December 21, 2017
More than 90 percent of people who provide caregiving support to a loved one help out with the financial stuff, according to a recent survey.
One of the ways adult children –or other relatives or trusted friends –often help is to step in and handle paying the bills, insurance claims and tax filing. Yet according to an AARP survey, nearly half of the people providing that financial caregiving don’t have the legal authority to do all that.
Listen up Mom and Dad. I hope you feel great right now, and are on top of all the financial stuff. But the art of a graceful retirement is all about making sure you are prepared for the future. And a big step is to make sure your adult children can easily step in, if and when you are ready for –or need –some help. Waiting is selfish. Thinking you will never need help is selfish. I sure hope you don’t need help, but your focus is on retirement planning, not retirement hoping.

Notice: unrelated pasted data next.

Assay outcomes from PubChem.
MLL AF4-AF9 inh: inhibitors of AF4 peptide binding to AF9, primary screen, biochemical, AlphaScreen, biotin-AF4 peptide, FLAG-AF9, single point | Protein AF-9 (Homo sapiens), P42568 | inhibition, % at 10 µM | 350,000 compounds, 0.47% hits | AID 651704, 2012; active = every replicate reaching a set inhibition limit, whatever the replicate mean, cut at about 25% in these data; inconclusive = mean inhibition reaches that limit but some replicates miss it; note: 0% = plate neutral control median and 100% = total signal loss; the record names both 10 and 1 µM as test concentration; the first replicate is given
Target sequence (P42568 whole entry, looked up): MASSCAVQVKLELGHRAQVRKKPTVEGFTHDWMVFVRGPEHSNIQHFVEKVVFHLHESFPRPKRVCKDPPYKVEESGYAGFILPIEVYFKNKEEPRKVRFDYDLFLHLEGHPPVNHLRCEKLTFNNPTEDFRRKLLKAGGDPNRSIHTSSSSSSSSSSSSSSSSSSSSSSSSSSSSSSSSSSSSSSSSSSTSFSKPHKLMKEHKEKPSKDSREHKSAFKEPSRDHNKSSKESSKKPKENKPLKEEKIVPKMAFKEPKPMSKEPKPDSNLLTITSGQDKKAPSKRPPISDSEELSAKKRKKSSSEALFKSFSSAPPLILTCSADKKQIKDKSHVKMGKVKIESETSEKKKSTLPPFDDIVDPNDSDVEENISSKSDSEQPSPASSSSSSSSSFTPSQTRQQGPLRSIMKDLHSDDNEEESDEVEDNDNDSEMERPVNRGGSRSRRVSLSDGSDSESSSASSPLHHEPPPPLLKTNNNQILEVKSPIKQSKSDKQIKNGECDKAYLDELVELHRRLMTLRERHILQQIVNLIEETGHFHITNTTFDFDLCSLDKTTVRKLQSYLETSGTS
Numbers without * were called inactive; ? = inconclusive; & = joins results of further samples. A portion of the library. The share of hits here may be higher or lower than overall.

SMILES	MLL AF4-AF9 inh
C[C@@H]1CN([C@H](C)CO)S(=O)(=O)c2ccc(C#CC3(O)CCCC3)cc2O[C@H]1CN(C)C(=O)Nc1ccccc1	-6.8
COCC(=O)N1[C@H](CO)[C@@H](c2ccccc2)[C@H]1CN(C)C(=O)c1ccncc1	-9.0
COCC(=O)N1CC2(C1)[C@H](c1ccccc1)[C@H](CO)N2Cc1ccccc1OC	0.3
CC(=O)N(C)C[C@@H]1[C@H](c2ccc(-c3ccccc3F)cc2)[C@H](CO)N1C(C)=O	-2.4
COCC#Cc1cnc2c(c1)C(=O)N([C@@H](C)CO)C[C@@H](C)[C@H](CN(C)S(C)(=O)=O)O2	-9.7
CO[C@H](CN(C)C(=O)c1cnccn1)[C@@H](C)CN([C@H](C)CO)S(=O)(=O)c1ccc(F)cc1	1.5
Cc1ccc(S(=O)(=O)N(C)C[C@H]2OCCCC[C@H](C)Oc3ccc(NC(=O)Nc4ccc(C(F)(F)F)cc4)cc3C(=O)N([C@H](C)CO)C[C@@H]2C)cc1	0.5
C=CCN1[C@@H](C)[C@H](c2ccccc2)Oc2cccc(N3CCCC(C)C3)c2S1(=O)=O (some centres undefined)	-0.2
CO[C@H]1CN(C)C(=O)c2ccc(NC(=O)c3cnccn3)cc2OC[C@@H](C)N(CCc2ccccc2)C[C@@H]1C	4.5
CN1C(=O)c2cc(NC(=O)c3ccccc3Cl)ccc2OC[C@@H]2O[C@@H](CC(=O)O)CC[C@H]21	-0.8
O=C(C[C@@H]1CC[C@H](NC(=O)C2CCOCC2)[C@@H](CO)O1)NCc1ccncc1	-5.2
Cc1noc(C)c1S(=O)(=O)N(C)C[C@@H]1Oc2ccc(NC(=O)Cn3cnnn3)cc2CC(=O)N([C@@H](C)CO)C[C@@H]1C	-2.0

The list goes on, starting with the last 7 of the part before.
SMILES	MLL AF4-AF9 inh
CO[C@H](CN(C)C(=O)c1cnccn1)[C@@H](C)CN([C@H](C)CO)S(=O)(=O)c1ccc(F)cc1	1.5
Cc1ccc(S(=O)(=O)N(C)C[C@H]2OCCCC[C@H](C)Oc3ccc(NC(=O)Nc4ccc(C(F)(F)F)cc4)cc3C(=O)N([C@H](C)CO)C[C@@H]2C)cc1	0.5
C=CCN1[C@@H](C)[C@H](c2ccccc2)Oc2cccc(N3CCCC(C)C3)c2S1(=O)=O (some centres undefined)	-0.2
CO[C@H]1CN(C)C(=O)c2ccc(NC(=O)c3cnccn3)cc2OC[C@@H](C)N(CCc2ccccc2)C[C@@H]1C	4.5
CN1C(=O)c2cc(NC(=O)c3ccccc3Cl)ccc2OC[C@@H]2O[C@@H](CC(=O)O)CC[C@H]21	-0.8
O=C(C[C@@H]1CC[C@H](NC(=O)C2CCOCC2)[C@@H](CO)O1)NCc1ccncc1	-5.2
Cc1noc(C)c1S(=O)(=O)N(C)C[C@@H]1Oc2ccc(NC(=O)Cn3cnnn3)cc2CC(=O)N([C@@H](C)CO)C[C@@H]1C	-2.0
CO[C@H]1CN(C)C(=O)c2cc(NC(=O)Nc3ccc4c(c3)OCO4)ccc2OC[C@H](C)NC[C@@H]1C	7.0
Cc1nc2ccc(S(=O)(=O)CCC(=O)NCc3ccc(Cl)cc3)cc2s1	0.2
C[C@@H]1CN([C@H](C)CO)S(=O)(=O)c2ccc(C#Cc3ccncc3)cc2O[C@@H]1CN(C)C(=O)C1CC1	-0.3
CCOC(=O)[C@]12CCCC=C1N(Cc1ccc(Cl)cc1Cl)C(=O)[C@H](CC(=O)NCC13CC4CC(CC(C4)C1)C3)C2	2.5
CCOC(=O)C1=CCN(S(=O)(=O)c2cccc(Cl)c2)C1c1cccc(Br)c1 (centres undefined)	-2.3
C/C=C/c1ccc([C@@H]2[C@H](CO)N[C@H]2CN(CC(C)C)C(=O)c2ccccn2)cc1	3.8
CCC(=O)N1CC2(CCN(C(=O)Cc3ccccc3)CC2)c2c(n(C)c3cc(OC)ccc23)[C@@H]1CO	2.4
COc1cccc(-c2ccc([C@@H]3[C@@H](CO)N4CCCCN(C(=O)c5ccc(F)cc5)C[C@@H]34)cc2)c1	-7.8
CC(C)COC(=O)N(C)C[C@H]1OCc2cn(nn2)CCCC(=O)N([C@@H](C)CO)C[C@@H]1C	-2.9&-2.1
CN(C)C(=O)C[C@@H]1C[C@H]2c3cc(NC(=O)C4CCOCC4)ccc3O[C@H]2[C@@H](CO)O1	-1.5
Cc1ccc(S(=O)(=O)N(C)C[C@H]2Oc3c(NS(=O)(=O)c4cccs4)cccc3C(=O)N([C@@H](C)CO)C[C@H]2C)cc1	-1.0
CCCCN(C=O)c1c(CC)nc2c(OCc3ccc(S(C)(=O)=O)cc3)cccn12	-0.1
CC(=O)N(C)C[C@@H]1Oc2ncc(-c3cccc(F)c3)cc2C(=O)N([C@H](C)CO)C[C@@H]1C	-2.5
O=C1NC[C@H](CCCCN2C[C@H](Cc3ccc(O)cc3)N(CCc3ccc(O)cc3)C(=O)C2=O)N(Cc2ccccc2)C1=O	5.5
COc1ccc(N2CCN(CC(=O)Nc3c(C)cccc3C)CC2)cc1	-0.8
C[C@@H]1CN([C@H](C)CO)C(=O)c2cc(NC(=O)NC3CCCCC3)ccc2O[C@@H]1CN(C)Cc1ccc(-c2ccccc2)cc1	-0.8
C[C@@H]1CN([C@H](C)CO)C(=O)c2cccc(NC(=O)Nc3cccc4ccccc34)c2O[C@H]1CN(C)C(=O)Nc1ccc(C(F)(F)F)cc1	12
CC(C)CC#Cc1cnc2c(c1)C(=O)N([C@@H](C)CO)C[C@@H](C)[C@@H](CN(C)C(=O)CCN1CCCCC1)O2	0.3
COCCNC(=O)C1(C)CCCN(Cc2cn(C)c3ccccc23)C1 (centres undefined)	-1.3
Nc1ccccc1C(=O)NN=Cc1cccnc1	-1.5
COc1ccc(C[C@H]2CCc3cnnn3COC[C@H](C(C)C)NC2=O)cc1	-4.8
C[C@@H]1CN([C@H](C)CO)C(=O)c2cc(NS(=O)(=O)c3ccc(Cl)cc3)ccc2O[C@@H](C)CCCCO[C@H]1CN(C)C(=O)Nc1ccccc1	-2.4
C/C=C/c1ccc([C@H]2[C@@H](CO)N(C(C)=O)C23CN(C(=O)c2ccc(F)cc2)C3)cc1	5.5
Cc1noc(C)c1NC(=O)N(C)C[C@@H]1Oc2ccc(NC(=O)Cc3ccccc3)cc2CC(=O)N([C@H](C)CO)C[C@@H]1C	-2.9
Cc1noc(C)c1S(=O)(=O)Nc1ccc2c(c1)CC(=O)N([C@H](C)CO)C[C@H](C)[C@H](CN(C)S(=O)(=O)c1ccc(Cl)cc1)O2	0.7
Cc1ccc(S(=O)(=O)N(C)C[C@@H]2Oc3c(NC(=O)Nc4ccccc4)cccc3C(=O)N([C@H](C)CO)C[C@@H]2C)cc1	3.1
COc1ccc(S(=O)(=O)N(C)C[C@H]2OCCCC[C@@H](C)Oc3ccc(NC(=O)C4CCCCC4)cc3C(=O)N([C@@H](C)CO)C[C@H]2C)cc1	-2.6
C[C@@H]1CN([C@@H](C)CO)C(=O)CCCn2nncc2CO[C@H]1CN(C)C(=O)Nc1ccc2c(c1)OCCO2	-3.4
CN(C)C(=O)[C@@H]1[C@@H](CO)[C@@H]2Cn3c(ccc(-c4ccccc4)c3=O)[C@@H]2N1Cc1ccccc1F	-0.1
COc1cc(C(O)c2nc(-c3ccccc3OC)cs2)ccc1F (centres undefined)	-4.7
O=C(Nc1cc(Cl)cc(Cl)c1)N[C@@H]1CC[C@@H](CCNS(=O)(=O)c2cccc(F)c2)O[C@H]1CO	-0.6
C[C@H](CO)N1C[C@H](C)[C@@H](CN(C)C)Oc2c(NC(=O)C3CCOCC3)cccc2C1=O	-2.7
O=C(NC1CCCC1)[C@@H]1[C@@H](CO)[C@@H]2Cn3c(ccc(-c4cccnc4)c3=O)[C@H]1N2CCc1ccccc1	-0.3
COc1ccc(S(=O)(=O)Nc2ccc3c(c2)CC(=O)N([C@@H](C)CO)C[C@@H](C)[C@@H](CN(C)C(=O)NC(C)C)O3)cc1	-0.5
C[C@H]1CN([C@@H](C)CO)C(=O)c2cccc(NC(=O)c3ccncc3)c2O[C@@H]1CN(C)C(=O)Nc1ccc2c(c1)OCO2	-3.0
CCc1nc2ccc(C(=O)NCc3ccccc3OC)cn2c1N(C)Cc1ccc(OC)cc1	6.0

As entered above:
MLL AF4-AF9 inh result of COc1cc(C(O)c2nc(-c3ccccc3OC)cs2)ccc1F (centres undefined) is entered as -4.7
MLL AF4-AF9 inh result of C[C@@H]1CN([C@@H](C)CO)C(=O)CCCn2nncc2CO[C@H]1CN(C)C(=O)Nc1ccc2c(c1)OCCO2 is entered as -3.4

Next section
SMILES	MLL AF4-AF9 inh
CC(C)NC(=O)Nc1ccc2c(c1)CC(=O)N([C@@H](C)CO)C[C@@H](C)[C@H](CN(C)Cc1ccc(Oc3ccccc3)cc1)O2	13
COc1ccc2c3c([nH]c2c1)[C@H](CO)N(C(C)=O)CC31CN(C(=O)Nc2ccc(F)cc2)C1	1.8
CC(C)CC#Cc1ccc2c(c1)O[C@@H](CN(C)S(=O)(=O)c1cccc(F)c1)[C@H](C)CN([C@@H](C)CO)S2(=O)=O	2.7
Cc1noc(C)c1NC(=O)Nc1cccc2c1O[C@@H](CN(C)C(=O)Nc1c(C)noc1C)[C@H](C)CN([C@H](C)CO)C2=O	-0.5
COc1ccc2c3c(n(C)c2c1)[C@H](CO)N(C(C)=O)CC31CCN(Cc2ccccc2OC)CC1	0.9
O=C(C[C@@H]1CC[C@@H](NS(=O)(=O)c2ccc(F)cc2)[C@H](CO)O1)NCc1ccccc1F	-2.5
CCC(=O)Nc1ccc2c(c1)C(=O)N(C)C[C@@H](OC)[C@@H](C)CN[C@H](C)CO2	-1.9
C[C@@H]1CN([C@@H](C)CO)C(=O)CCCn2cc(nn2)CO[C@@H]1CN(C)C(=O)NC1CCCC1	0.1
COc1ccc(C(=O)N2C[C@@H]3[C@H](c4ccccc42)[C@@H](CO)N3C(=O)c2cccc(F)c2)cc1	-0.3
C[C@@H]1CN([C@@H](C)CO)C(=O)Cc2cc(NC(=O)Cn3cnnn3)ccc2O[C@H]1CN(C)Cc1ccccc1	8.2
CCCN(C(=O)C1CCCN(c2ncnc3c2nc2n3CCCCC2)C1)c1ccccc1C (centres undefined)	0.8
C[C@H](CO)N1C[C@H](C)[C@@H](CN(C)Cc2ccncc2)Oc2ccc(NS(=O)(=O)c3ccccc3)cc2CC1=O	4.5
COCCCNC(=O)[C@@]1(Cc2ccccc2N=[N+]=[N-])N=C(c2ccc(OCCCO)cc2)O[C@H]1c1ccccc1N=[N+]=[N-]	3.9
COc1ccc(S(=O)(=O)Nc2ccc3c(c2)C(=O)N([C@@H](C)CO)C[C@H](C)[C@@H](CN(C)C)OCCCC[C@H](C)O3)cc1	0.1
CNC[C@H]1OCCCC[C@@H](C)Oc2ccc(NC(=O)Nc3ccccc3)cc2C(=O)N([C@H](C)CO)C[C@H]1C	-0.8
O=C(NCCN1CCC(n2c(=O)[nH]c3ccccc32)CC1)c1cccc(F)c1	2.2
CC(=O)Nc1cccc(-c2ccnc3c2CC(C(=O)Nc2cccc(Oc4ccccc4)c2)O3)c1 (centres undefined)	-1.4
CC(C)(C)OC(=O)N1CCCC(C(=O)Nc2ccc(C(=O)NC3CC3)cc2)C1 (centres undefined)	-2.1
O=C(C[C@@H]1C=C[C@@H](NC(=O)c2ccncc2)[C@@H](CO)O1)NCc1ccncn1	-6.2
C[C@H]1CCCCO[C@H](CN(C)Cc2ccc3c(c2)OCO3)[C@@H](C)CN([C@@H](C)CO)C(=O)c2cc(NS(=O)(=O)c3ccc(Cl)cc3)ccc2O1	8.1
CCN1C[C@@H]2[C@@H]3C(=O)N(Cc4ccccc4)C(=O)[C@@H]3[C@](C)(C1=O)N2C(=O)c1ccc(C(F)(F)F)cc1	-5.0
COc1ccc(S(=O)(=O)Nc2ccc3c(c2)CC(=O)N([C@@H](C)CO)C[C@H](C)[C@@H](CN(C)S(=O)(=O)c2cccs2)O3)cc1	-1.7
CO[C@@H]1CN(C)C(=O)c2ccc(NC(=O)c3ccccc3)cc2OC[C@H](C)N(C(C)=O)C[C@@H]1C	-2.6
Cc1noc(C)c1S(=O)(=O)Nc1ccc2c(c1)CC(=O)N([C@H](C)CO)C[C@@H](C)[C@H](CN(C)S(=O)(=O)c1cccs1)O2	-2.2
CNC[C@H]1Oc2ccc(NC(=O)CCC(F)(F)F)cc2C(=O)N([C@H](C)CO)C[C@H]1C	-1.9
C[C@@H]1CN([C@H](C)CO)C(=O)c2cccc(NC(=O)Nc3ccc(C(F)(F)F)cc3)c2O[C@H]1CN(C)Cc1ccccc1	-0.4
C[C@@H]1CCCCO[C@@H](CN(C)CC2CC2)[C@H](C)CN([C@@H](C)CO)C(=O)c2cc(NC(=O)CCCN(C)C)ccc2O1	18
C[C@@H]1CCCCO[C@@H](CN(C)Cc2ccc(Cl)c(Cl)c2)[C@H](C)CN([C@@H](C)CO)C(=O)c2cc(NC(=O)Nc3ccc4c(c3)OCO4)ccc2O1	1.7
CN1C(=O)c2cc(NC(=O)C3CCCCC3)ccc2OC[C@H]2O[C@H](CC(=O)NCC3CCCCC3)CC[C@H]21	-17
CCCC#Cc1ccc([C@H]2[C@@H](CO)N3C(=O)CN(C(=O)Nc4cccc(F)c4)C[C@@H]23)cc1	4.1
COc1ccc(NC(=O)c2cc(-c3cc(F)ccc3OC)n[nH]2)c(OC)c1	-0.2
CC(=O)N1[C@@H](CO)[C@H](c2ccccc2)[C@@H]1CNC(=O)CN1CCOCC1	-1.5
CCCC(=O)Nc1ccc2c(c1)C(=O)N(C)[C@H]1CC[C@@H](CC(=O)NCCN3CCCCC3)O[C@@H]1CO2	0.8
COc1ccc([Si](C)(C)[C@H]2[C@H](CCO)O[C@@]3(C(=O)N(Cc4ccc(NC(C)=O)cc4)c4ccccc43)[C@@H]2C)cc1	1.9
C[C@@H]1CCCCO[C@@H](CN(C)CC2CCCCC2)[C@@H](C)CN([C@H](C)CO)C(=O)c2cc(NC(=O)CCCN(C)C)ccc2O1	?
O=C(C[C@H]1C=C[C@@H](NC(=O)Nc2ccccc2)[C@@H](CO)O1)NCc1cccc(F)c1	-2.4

Please don’t put your adult kids in a bind. Step up right now and make sure your Must Have documents are in place. A durable power of attorney (with an incapacity clause) is the document that will help a child or anyone you choose to name, to step in and handle your finances.